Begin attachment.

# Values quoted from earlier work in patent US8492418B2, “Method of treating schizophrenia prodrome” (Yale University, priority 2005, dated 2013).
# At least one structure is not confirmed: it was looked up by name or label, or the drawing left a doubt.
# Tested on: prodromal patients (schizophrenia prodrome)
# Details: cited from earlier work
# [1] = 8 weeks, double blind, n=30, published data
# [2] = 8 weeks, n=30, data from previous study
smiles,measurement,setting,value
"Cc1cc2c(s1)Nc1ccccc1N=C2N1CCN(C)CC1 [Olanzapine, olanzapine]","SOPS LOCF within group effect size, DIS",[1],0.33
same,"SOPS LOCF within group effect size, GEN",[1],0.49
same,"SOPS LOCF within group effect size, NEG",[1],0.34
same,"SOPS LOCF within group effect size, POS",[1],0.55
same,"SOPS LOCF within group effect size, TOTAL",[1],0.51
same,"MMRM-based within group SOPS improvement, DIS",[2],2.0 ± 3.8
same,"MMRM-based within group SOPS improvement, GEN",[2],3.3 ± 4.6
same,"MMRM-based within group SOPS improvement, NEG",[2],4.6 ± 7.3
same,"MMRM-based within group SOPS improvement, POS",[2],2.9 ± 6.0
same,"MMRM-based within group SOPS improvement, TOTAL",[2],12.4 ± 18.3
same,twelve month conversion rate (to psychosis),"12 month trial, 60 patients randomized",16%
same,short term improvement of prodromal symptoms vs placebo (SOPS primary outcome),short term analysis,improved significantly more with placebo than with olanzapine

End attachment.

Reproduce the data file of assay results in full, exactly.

# Values quoted from earlier work in patent US8492418B2, “Method of treating schizophrenia prodrome” (Yale University, priority 2005, dated 2013).
# At least one structure is not confirmed: it was looked up by name or label, or the drawing left a doubt.
# Tested on: prodromal patients (schizophrenia prodrome)
# Details: cited from earlier work
# [1] = 8 weeks, double blind, n=30, published data
# [2] = 8 weeks, n=30, data from previous study
smiles,measurement,setting,value
"Cc1cc2c(s1)Nc1ccccc1N=C2N1CCN(C)CC1 [Olanzapine, olanzapine]","SOPS LOCF within group effect size, DIS",[1],0.33
same,"SOPS LOCF within group effect size, GEN",[1],0.49
same,"SOPS LOCF within group effect size, NEG",[1],0.34
same,"SOPS LOCF within group effect size, POS",[1],0.55
same,"SOPS LOCF within group effect size, TOTAL",[1],0.51
same,"MMRM-based within group SOPS improvement, DIS",[2],2.0 ± 3.8
same,"MMRM-based within group SOPS improvement, GEN",[2],3.3 ± 4.6
same,"MMRM-based within group SOPS improvement, NEG",[2],4.6 ± 7.3
same,"MMRM-based within group SOPS improvement, POS",[2],2.9 ± 6.0
same,"MMRM-based within group SOPS improvement, TOTAL",[2],12.4 ± 18.3
same,twelve month conversion rate (to psychosis),"12 month trial, 60 patients randomized",16%
same,short term improvement of prodromal symptoms vs placebo (SOPS primary outcome),short term analysis,improved significantly more with placebo than with olanzapine